Prize Connection: Dr. Iain Doughlas-Hamilton, 2010 Indianapolis Prize Winner, has devoted his life to the cause of elephant conservation – from testifying before Congress to leading anti-poaching aid programs in Africa.

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​​Polar Bear

Conservation Status: Vulnerable​
Phot​o: Carla Knapp

Size: ​Grow up to 8 feet in length and weigh between 900-1,600 pounds

Native to: Arctic regions

Lifespan: 25-30 years

Fun Fact: Polar bears are the world's largest species of bear. They are generally solitary creatures who only come together to mate. They typically give birth to twins who stay with their mothers for up to 28 months. Their beautiful 'white' fur is actually clear which gives them the camouflage they need to survive in snow-covered lands. Their threats include loss of sea ice and climate change. 
 

Prize Connection: Dr. Steven Amstrup, 2012 Indianapolis Prize Winner, is chief scientist for Polar Bears International. His work includes research that led to the 2008 listing of polar bears as a threatened species under the Endangered Species Act and the development of technology to locate polar bear dens under the snow. ​

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Lemur

Conservation Status: Endangered
Photo: Kerrie Best​​ 

Size: Grow up to 17 in. (head & body), 21in. (tail) and can weigh up tp 7 pounds

Native to: Madagascar

Lifespan: Up to 18 years

Fun Fact: Ring-tailed lemurs live in troops with up to 17 individuals dominated by one female. They have powerful scent glands and use unique odor as a means of communication. They are crafty in the trees but also spend a lot of time on the ground foraging for fruit, something unusual for other lemurs. Unlike many of their primate relatives, they can't grip with their tails. Lemurs are endangered predominantly because of deforestation.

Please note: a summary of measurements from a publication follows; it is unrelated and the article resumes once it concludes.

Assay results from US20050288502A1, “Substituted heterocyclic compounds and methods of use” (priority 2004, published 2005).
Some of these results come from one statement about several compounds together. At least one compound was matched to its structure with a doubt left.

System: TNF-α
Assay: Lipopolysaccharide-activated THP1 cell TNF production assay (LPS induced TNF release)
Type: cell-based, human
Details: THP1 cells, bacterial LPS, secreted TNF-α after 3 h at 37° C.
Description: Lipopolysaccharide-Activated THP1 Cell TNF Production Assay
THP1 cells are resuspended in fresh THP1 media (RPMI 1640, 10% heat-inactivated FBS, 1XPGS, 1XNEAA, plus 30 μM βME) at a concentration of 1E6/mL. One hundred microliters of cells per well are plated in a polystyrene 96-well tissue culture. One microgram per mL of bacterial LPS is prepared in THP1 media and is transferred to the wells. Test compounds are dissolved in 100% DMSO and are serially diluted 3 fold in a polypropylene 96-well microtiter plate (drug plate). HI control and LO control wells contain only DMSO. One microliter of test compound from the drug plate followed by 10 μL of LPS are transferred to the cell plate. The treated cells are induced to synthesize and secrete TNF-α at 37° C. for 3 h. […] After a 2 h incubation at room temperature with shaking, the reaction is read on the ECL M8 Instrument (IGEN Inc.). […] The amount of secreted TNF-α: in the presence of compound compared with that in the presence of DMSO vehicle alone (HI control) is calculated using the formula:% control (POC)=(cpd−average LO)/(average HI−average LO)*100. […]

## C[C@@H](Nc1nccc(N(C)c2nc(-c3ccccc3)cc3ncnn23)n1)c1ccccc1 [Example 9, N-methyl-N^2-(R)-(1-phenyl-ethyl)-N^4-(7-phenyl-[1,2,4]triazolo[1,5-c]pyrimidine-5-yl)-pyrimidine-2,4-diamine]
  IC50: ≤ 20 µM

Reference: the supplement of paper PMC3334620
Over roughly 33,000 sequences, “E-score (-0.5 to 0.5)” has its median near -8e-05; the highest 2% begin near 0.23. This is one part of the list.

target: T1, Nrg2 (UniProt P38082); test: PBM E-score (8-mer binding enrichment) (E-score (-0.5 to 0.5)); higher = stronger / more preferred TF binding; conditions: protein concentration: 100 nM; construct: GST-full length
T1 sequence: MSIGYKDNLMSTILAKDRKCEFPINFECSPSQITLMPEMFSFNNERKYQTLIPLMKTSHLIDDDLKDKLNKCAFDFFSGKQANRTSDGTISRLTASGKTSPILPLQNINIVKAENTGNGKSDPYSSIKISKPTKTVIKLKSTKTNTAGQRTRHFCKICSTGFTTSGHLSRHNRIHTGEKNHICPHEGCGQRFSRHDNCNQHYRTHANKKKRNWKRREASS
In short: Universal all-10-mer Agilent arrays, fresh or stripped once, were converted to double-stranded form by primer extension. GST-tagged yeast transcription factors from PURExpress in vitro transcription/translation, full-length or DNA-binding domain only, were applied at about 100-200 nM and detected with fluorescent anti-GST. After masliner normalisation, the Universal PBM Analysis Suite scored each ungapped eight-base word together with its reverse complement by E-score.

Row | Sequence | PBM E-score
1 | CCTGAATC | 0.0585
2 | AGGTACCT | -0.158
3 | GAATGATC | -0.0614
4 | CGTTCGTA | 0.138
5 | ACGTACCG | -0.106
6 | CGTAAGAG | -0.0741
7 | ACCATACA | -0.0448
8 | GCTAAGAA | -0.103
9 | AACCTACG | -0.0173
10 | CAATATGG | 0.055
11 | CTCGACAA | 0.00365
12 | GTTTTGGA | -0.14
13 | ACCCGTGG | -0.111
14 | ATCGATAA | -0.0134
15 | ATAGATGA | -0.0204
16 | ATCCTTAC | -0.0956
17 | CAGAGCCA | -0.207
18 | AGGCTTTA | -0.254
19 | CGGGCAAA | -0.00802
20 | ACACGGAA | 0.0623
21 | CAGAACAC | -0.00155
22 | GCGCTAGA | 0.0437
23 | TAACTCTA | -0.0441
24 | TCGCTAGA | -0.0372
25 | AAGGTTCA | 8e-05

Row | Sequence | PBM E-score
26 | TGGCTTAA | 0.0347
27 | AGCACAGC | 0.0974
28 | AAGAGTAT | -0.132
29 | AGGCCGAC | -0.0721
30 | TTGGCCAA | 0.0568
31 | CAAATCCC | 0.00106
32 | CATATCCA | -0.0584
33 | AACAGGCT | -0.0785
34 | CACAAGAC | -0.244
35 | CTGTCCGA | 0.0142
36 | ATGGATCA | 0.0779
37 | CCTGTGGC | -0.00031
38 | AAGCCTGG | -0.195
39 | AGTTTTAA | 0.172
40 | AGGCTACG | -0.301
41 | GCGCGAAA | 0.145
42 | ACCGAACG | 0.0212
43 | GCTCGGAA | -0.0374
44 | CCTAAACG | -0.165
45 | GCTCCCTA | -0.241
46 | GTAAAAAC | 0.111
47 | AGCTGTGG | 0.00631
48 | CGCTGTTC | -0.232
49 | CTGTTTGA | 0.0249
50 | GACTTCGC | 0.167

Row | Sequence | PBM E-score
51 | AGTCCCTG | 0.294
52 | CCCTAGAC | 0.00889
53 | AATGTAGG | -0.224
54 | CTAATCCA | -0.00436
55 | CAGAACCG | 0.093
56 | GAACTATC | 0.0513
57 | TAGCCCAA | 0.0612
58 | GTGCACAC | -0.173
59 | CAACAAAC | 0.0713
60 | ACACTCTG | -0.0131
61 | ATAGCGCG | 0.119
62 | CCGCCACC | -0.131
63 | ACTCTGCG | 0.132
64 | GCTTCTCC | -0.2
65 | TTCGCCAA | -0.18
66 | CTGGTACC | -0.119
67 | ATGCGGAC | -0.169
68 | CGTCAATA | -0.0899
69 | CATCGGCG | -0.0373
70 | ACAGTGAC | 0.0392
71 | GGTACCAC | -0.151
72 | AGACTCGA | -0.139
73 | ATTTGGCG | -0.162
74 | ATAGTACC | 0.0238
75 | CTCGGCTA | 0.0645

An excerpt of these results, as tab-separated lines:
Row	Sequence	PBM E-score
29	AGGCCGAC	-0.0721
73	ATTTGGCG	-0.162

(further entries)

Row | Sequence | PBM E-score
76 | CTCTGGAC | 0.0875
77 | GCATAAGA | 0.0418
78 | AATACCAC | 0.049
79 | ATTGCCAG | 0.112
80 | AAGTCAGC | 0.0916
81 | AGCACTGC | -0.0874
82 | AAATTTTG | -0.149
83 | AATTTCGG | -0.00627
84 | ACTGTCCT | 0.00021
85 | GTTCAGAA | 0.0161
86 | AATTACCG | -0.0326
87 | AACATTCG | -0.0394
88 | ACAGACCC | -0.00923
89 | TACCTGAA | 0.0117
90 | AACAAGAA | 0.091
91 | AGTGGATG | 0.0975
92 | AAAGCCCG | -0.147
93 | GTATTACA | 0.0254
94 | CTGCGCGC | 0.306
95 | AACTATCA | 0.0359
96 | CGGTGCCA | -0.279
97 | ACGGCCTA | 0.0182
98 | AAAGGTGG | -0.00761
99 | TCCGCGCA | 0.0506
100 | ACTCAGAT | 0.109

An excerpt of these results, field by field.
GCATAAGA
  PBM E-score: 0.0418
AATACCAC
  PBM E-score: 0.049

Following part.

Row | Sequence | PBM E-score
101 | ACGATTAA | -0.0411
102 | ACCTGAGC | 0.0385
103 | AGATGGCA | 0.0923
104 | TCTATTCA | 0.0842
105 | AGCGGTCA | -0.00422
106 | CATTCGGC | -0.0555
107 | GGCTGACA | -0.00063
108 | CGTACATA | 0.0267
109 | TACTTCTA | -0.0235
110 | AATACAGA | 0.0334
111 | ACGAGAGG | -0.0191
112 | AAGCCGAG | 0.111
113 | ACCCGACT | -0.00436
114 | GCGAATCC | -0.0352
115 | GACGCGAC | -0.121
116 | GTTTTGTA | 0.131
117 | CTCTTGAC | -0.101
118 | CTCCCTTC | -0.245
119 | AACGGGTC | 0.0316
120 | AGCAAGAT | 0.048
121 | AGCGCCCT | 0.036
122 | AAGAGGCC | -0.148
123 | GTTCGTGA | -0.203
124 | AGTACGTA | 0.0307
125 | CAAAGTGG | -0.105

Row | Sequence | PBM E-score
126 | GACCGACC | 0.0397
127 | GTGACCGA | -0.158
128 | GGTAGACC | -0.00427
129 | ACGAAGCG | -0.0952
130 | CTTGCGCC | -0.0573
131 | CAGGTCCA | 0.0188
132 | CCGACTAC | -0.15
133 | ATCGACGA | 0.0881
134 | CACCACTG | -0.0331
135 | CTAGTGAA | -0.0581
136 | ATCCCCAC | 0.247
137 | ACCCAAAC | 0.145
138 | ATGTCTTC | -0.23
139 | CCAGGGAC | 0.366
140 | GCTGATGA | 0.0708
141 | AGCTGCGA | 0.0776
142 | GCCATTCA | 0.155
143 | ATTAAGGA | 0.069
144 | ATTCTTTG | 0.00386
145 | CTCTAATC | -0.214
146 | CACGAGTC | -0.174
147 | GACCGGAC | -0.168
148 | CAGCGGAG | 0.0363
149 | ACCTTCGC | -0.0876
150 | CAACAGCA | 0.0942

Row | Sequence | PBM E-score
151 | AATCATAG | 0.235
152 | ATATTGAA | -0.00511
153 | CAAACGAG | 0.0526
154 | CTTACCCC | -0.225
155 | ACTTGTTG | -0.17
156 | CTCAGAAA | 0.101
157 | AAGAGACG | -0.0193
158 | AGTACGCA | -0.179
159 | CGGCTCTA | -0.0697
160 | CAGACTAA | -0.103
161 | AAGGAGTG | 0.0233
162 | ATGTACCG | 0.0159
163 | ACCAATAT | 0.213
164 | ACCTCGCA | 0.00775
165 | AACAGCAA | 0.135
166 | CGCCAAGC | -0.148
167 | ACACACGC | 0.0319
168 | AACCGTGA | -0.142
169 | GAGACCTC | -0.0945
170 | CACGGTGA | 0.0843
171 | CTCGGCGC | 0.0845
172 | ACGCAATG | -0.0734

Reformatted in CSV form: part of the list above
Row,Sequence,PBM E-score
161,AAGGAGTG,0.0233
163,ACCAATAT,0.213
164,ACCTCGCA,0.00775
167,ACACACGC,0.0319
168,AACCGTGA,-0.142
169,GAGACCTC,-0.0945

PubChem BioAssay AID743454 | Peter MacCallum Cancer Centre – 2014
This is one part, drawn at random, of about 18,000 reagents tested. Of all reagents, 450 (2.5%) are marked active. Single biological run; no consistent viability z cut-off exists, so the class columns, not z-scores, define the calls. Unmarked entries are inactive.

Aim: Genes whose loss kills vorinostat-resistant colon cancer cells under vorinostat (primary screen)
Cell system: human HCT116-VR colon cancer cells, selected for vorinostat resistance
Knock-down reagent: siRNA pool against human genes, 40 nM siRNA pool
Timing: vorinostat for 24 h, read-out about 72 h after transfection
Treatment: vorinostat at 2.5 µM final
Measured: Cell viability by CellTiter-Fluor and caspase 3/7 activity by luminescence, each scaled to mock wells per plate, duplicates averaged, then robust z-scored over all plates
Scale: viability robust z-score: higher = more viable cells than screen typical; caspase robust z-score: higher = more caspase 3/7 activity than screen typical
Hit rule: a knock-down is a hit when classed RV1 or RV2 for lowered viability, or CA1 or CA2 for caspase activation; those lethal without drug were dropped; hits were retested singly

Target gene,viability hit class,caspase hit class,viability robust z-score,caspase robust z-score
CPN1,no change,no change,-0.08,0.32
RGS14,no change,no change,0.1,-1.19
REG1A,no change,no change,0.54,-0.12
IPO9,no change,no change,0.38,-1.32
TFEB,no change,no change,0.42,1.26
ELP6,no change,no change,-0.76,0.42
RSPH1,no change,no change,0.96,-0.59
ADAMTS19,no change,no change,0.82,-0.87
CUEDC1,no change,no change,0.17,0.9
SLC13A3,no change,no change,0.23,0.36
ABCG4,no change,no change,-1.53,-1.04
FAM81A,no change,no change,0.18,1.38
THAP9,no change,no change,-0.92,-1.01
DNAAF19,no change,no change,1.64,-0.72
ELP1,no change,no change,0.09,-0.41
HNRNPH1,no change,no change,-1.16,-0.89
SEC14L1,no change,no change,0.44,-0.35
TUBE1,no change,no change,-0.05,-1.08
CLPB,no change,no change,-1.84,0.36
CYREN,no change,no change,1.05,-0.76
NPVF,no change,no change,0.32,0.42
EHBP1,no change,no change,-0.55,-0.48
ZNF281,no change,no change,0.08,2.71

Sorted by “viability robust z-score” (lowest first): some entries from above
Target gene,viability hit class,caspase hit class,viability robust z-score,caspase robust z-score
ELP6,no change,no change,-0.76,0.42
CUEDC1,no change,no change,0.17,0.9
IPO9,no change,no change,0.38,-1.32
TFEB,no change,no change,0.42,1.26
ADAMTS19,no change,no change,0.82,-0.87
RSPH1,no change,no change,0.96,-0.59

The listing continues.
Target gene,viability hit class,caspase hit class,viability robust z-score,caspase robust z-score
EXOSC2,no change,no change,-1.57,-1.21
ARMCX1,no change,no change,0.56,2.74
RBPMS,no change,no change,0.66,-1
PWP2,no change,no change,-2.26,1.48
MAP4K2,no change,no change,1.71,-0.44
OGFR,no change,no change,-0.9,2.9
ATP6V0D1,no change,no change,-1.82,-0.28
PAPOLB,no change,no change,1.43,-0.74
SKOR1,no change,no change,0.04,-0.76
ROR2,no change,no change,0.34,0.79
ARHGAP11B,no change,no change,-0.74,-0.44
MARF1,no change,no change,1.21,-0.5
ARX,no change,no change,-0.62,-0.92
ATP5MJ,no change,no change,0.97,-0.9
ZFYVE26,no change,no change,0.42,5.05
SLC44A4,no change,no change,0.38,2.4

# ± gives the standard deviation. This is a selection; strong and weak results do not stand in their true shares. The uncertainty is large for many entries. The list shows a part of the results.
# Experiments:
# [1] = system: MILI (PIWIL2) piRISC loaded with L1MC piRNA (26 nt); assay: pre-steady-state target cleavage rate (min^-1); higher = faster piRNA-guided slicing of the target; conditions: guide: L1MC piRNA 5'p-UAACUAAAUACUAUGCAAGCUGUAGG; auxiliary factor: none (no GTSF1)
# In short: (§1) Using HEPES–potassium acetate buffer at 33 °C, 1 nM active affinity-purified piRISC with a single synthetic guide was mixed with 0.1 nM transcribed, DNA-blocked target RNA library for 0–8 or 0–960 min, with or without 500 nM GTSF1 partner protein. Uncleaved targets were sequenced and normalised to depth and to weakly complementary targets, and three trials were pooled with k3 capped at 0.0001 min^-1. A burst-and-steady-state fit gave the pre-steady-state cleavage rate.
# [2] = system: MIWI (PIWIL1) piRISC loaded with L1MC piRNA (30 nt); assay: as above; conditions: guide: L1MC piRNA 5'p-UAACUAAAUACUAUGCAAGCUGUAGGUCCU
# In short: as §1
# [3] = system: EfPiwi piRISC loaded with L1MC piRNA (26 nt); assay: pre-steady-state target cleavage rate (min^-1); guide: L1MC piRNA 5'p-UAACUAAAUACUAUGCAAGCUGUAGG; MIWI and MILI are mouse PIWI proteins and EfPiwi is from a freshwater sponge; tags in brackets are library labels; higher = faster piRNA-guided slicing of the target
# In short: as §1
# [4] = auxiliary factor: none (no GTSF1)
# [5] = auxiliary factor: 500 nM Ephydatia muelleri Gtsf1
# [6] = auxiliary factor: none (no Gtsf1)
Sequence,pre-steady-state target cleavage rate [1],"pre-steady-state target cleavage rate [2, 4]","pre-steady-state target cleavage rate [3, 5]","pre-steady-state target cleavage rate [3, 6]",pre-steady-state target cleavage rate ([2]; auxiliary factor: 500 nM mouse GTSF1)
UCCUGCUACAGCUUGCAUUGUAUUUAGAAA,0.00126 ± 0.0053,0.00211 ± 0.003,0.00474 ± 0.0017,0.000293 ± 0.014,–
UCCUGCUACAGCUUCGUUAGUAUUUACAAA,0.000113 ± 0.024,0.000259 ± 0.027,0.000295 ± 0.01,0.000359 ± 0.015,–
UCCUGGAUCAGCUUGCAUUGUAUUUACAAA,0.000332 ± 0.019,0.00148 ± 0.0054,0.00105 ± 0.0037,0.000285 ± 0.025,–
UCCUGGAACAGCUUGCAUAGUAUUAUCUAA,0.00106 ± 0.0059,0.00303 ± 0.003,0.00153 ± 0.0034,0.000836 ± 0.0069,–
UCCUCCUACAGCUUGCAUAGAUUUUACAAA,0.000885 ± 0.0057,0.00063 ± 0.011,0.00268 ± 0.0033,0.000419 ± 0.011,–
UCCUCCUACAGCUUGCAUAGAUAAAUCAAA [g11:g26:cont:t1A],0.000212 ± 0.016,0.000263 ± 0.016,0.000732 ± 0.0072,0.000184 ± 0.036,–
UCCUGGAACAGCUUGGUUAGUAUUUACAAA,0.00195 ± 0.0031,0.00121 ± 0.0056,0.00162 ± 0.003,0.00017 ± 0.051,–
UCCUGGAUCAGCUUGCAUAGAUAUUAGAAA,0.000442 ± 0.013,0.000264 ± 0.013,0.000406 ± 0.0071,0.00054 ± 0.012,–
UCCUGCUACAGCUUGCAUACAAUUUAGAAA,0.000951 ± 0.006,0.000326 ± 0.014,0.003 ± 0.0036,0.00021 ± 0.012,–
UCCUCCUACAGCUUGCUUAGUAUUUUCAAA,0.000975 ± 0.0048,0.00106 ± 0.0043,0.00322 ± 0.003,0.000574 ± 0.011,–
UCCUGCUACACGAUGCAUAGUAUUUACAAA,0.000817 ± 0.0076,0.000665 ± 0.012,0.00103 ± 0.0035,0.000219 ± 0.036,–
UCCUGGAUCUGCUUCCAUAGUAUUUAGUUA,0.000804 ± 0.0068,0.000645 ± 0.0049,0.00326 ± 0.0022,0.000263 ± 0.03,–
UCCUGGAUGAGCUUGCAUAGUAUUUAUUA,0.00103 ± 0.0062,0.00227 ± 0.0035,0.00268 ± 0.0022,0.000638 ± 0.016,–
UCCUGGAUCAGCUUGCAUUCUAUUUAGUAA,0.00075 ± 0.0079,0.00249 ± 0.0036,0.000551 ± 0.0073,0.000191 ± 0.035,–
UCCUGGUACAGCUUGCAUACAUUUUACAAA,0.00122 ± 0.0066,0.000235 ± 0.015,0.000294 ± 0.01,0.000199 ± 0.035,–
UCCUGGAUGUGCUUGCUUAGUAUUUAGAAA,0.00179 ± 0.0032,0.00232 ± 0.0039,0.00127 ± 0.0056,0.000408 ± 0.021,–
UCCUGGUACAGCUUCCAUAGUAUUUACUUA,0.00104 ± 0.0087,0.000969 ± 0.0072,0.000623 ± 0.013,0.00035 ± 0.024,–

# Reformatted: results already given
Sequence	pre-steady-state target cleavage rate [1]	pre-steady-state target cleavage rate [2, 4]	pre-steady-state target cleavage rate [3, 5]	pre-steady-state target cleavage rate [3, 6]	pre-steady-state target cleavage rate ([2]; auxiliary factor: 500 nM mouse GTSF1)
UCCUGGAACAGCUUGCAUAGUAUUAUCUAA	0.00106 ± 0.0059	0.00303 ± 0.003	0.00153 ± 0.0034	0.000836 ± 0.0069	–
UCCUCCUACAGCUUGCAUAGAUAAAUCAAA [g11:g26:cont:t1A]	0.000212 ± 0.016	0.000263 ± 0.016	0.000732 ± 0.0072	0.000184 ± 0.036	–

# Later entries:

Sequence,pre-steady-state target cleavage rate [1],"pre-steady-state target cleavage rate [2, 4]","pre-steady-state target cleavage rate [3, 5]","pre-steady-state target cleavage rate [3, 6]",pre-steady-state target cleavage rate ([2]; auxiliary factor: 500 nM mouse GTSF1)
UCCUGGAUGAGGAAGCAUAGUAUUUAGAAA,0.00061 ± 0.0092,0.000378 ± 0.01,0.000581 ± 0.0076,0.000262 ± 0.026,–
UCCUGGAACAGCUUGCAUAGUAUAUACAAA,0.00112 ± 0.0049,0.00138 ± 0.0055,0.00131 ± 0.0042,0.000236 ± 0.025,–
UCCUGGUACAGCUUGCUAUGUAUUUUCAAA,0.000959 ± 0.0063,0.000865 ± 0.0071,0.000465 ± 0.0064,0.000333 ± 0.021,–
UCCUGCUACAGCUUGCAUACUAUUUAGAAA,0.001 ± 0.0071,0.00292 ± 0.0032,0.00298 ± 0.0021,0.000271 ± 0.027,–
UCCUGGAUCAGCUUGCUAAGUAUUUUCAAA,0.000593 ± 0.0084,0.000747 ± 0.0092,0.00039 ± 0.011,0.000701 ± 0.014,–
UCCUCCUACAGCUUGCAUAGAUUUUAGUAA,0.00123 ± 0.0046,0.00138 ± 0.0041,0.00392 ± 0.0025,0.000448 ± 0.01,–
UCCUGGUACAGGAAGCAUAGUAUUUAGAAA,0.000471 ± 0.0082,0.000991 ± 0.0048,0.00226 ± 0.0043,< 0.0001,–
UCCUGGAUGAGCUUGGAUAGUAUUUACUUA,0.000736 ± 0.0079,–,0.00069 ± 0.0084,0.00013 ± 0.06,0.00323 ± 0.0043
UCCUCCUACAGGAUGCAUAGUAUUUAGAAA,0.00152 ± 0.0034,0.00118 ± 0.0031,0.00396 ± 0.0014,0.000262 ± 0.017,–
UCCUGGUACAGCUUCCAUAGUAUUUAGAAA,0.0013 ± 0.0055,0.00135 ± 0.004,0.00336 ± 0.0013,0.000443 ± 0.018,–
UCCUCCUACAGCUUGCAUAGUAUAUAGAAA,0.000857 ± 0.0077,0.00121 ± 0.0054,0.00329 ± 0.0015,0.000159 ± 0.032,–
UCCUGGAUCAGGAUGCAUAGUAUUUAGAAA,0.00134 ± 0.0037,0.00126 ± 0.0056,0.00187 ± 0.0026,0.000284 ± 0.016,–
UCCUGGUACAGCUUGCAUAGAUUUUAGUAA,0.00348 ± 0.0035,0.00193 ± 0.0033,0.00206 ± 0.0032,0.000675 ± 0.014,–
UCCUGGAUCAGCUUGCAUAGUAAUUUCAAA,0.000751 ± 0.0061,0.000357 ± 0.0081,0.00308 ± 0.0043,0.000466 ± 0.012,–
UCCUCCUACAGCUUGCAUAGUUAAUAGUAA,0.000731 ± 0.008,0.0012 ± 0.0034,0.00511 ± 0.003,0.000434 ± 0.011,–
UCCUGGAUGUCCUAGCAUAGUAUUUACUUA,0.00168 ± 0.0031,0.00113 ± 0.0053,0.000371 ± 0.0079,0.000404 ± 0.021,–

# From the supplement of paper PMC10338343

​Prize Connection: Dr. Patricia Wright, 2014 Indianapolis Prize Winner, discovered the golden bamboo lemur in 1986. At the time this species was then unknown to science and helped catalyze the transformation of Madagascar's park systems into a model for global conservation efforts.

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​Skink

Conservation Status: Vulnerable
Photo: Nik Cole

Size: 30-40 cm 

Native to: Mauritius

Fun Fact: Telfair's Skink is a native species to Mauritius. They are brownish grey in color with brown spots. The skink is one of the last remaining endemic reptiles left on Mauritius. There are 1,400 different types of skinks, but Telfair's are recognizable by their seemingly lack of neck. They have the ability to shed their tails during a fight and regenerate them after. They are threatened by habitat loss and introduced predators. 

​Prize Connection: Dr. Carl Jones, 2016 Indianapolis Prize Winner, is credited with developing revolutionary techniques that brought a dozen species back from the brink of extinction, including Telfair’s Skink. 

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Photo: Dan Boyd